1. Strengthen your IT organization.
Faculty and students are exploring newer and more innovative instructional and study methods, increasing their use of technology, and changing the ways it is used. Equip your IT organization to facilitate, support and sustain technologies that serve your institution’s educational mission.
To be successful within this complex reality, your IT organization needs the appropriate talent, along with the architecture and governance to provide solid support while offering a high degree of flexibility. Provide IT with the budget and personnel required to both manage external providers — outsourced services and applications — and operate and support the internal infrastructure, maintaining interfaces between the two environments and evaluating, selecting, developing and implementing new technology. The IT infrastructure and organization need to be adaptable to changing demands, and budgets need to reflect that greater investments in cloud technology may be needed to achieve downstream operational savings, generate new revenue streams, and to allow the institution to remain competitive in attracting and retaining students.
2. Ensure that IT, academic and administrative areas are working closely together.
As with any business transformation, success in adopting cloud computing requires that efforts be orchestrated across the institution. Bring together IT, academic departments and administration to properly identify needs, manage risks and support change.
While academic and administrative departments should drive the selection of cloud computing vendors, applications and services that shape instructional and business processes from a business requirements standpoint, IT must remain responsible for ensuring that any selection is compatible with the overall technology environment and architecture, and that potential solutions meet technical requirements of integrity, reliability, recoverability, etc.
3. Guard information and privacy, and manage risk and compliance.
Even with the heightened focus on information security resulting from extensive media attention to recent breaches, only one-third of higher education institutions have adopted an IT risk management program or methodology.3 The need to do so is only heightened when deploying cloud technologies and using resources that are the responsibility of third-party vendors.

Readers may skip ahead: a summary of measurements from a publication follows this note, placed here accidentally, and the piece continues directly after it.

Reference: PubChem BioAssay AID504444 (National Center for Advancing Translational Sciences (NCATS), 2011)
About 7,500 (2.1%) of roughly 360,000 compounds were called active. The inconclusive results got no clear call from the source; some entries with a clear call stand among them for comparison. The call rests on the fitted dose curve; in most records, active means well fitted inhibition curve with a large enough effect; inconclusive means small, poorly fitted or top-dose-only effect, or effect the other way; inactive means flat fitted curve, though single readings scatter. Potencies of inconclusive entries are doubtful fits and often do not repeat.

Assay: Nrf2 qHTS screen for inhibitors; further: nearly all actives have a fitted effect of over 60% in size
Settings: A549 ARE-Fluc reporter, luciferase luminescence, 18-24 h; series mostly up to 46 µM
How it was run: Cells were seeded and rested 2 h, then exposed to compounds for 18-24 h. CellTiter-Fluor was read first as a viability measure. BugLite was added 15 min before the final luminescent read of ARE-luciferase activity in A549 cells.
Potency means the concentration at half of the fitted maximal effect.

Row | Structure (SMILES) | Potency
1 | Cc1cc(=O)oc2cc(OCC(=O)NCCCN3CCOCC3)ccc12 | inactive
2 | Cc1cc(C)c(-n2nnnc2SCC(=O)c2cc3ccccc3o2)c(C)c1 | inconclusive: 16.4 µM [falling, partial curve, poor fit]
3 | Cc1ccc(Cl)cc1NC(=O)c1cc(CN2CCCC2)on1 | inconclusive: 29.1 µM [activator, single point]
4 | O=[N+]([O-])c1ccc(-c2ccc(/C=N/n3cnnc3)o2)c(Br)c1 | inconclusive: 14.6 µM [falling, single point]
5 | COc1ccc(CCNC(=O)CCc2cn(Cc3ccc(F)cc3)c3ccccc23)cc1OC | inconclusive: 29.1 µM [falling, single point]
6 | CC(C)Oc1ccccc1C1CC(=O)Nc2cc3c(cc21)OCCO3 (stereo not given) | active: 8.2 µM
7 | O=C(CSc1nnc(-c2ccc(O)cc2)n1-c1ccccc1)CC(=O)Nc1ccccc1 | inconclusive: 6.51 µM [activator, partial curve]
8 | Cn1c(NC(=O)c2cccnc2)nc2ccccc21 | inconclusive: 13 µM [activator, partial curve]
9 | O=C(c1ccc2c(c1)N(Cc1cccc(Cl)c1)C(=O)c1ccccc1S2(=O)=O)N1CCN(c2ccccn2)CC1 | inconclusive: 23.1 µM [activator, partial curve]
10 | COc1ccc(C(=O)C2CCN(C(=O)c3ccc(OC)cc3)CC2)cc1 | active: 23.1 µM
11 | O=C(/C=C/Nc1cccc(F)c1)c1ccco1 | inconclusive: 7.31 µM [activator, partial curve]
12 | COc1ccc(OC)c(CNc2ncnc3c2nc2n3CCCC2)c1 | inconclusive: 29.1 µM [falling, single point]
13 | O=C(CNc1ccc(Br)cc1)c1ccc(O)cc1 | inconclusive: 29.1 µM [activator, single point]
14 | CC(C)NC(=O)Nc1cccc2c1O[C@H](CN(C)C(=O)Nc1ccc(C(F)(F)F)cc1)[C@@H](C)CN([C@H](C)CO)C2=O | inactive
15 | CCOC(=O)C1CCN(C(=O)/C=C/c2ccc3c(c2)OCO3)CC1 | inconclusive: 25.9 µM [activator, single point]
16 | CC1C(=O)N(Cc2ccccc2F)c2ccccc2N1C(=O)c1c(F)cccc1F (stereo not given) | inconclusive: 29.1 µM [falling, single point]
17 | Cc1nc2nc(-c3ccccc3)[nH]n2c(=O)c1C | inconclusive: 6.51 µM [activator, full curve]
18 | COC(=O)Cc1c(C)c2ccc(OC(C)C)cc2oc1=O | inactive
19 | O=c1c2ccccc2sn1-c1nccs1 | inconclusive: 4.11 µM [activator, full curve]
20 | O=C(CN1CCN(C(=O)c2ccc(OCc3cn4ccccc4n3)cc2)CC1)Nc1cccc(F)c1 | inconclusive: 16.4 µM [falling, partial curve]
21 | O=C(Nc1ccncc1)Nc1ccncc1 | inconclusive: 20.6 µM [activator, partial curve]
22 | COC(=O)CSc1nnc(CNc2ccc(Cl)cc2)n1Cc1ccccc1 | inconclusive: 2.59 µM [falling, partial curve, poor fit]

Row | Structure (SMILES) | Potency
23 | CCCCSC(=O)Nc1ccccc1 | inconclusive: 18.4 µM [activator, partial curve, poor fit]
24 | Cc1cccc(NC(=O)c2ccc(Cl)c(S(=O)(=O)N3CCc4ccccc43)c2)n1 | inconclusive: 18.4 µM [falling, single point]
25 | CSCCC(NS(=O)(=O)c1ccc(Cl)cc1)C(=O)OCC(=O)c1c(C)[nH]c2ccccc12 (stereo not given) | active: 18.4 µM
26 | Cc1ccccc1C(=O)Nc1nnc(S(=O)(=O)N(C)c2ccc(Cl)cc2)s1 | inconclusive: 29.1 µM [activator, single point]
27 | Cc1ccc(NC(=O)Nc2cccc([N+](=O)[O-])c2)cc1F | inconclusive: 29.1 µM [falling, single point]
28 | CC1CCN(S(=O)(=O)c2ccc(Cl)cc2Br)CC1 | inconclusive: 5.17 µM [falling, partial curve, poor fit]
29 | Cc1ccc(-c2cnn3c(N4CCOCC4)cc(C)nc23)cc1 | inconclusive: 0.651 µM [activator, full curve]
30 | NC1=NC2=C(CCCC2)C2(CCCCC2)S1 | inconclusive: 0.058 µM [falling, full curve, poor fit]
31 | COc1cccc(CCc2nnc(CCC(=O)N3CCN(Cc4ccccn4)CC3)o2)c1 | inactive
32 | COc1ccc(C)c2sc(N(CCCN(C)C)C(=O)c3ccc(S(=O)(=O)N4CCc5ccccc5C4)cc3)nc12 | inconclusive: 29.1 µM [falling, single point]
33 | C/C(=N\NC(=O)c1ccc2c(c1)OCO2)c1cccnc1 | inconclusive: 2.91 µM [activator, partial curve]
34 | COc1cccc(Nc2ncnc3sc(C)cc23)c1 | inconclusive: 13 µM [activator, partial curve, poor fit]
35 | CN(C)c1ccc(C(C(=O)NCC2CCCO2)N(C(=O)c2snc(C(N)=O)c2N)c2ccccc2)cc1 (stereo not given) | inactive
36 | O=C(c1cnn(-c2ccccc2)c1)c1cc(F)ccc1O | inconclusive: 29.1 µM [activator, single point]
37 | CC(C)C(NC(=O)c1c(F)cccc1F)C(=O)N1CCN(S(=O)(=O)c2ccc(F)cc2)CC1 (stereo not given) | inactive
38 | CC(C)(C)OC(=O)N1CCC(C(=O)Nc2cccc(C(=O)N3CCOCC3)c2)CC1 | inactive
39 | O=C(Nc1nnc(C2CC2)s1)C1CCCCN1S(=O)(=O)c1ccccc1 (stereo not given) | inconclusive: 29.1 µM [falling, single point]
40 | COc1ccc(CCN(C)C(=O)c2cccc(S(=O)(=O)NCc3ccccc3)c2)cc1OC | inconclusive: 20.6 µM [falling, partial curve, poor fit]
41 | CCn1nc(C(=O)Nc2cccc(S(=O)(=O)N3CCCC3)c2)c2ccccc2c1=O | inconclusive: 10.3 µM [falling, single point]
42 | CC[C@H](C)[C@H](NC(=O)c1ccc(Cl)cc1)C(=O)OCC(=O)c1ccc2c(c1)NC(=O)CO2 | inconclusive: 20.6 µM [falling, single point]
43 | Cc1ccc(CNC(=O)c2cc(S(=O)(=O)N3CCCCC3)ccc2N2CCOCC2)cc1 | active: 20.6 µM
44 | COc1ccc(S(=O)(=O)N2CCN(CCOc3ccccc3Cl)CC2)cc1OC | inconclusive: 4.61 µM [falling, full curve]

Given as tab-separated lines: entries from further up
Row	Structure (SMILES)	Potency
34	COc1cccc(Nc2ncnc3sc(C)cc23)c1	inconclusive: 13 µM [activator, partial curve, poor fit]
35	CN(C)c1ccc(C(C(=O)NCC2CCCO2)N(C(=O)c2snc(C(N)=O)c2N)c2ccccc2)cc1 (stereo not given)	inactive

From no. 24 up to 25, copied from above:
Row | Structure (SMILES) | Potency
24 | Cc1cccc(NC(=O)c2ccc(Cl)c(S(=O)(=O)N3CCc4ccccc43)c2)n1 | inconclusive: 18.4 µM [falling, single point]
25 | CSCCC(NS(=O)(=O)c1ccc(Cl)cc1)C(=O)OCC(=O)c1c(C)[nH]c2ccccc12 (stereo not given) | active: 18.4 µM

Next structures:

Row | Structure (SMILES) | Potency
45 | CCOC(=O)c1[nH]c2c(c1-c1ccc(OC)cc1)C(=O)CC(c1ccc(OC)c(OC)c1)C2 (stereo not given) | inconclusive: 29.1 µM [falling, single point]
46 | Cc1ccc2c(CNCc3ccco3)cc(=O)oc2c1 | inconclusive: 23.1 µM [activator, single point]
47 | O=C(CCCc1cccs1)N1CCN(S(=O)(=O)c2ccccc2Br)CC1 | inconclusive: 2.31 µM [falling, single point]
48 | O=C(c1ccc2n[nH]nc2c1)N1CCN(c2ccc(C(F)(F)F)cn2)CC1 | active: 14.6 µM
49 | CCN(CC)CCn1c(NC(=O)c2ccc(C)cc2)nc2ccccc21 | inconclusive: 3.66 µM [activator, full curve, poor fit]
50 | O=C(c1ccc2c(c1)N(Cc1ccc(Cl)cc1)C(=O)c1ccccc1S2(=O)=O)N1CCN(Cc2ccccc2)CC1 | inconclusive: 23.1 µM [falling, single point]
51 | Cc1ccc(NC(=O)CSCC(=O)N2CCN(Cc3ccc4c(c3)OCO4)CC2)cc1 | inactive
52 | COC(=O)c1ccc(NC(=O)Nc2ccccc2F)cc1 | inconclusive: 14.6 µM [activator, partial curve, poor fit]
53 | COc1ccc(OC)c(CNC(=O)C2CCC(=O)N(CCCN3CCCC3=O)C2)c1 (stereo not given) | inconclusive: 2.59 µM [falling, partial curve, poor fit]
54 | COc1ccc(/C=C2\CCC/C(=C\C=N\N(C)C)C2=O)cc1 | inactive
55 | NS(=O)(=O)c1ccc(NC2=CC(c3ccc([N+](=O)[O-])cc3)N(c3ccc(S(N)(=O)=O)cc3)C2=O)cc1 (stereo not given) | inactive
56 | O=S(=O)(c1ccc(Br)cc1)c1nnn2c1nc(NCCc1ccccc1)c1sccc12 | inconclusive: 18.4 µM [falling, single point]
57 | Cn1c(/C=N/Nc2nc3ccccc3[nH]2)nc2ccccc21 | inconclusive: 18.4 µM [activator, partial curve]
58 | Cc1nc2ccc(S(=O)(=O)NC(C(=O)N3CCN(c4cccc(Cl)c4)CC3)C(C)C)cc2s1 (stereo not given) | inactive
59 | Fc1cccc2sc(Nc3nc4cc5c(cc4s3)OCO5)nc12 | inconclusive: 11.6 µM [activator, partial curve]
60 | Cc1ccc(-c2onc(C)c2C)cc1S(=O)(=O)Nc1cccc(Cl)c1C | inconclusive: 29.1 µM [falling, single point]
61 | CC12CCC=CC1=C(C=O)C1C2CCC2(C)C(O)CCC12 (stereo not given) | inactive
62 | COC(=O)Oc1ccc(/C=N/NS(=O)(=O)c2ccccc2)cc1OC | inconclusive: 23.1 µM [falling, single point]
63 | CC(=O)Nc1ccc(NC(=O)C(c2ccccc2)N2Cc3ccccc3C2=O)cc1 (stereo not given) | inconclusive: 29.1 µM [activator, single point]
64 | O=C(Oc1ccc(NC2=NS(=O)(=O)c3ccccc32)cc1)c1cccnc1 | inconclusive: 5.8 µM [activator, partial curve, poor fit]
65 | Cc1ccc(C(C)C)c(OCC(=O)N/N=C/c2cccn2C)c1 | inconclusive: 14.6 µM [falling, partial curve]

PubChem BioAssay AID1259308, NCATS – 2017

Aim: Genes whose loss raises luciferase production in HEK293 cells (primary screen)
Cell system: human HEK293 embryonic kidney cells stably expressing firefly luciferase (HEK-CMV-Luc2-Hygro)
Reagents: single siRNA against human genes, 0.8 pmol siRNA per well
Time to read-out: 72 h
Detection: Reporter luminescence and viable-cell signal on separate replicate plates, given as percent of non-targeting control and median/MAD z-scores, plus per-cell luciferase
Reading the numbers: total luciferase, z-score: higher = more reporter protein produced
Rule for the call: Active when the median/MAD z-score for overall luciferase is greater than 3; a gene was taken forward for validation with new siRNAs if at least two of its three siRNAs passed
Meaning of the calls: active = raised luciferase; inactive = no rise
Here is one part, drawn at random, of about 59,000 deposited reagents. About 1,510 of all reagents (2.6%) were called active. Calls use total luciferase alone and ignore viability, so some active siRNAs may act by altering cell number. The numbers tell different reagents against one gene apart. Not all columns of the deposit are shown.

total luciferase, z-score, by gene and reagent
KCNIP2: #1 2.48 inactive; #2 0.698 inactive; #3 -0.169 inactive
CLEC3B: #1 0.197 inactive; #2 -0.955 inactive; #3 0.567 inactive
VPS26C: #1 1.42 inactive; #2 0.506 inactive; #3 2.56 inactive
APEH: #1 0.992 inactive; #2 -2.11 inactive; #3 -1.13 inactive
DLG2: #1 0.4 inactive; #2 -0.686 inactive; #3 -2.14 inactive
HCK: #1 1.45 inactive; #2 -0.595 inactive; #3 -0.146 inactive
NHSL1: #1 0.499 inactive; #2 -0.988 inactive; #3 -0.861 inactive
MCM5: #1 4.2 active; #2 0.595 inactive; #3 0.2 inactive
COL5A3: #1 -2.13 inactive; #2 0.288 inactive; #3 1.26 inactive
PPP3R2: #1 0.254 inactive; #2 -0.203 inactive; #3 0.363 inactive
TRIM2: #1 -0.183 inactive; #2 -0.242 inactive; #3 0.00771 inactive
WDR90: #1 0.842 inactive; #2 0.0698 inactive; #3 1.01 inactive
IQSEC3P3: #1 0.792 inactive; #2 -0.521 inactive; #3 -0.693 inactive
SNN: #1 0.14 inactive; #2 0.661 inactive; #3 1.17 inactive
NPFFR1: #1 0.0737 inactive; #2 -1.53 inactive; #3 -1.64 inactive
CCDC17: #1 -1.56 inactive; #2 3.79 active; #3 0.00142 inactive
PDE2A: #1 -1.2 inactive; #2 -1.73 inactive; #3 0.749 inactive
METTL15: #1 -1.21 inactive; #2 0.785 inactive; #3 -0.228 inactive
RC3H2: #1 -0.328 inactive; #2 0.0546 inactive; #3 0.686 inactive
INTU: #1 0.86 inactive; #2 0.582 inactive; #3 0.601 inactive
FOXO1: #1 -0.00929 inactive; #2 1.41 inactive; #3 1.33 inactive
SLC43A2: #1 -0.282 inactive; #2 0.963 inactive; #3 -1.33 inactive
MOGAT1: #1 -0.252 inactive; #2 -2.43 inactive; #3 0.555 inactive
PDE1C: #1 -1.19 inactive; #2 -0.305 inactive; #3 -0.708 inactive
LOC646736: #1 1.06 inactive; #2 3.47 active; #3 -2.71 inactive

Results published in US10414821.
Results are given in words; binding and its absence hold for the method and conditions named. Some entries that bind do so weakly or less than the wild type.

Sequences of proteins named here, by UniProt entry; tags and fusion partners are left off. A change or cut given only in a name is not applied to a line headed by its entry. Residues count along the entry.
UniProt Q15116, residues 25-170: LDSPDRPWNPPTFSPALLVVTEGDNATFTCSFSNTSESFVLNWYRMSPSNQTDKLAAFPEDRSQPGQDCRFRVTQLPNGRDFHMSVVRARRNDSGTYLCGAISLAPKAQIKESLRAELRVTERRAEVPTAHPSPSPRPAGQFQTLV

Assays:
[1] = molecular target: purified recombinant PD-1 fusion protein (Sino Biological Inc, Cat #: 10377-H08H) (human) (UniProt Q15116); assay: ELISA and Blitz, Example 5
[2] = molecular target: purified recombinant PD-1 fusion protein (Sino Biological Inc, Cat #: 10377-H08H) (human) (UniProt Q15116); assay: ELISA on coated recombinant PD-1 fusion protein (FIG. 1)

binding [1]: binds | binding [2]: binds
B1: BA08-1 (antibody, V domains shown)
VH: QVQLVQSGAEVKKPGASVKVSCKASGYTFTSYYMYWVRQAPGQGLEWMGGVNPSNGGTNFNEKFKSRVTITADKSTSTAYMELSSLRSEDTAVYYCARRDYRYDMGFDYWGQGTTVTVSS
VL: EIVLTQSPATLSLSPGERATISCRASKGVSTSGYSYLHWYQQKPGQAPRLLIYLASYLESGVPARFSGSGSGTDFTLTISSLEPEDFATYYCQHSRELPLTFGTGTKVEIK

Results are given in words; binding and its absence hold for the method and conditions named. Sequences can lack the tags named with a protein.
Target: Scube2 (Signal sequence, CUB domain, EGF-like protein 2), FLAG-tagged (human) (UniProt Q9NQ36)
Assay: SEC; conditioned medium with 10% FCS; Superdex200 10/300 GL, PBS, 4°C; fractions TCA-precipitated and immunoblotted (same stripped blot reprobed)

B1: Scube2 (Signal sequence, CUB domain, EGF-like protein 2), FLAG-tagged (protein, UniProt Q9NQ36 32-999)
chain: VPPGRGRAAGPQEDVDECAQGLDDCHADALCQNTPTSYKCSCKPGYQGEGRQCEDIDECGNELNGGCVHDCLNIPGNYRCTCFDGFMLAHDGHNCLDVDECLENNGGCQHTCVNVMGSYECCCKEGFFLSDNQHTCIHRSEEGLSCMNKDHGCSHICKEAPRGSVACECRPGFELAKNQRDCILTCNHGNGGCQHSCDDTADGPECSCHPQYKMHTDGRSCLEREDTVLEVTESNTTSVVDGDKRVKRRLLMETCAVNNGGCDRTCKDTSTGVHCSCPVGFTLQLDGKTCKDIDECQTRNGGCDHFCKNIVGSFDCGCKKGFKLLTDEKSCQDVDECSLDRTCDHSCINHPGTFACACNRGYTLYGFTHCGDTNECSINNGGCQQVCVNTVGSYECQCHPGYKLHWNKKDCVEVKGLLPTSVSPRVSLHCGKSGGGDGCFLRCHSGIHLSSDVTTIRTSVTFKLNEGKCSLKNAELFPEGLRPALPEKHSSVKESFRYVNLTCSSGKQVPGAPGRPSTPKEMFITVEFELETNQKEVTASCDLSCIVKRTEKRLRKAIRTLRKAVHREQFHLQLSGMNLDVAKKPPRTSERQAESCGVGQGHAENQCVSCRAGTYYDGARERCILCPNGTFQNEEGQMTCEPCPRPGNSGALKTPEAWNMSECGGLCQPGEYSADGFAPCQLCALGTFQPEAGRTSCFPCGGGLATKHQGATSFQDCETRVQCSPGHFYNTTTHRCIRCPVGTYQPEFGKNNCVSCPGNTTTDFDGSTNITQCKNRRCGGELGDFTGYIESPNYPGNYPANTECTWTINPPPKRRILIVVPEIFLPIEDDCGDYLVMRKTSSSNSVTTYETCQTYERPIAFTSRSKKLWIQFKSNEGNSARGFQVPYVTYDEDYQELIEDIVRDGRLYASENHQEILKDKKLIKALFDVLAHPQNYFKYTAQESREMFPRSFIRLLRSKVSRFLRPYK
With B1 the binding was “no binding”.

Your institution takes on regulatory and compliance risks by relying on a service provider’s adherence to regulations such as those imposed by the Payment Card Industry Data Security Standard, the Family Educational Rights and Privacy Act, and HIPAA. Other noteworthy risks relate to business continuity (ensuring that key operations are not disrupted in system downtime), cybersecurity and malicious insider attacks, commingled data, and compatibility issues with existing infrastructure.
To maximize protection of your institution and prevent breaches, consider privacy and security risks that are introduced when information leaves the confines of your campus security environment. Establish a comprehensive assessment structure for identifying, evaluating, and mitigating or managing IT risks, including potential for loss of control of data placed in cloud technologies. Make sure you understand how third parties secure your data and what controls remain your responsibility.
Adopting cloud computing brings benefits, but also challenges and risks. The protections you put into place will help your institution move more securely into a cloud environment.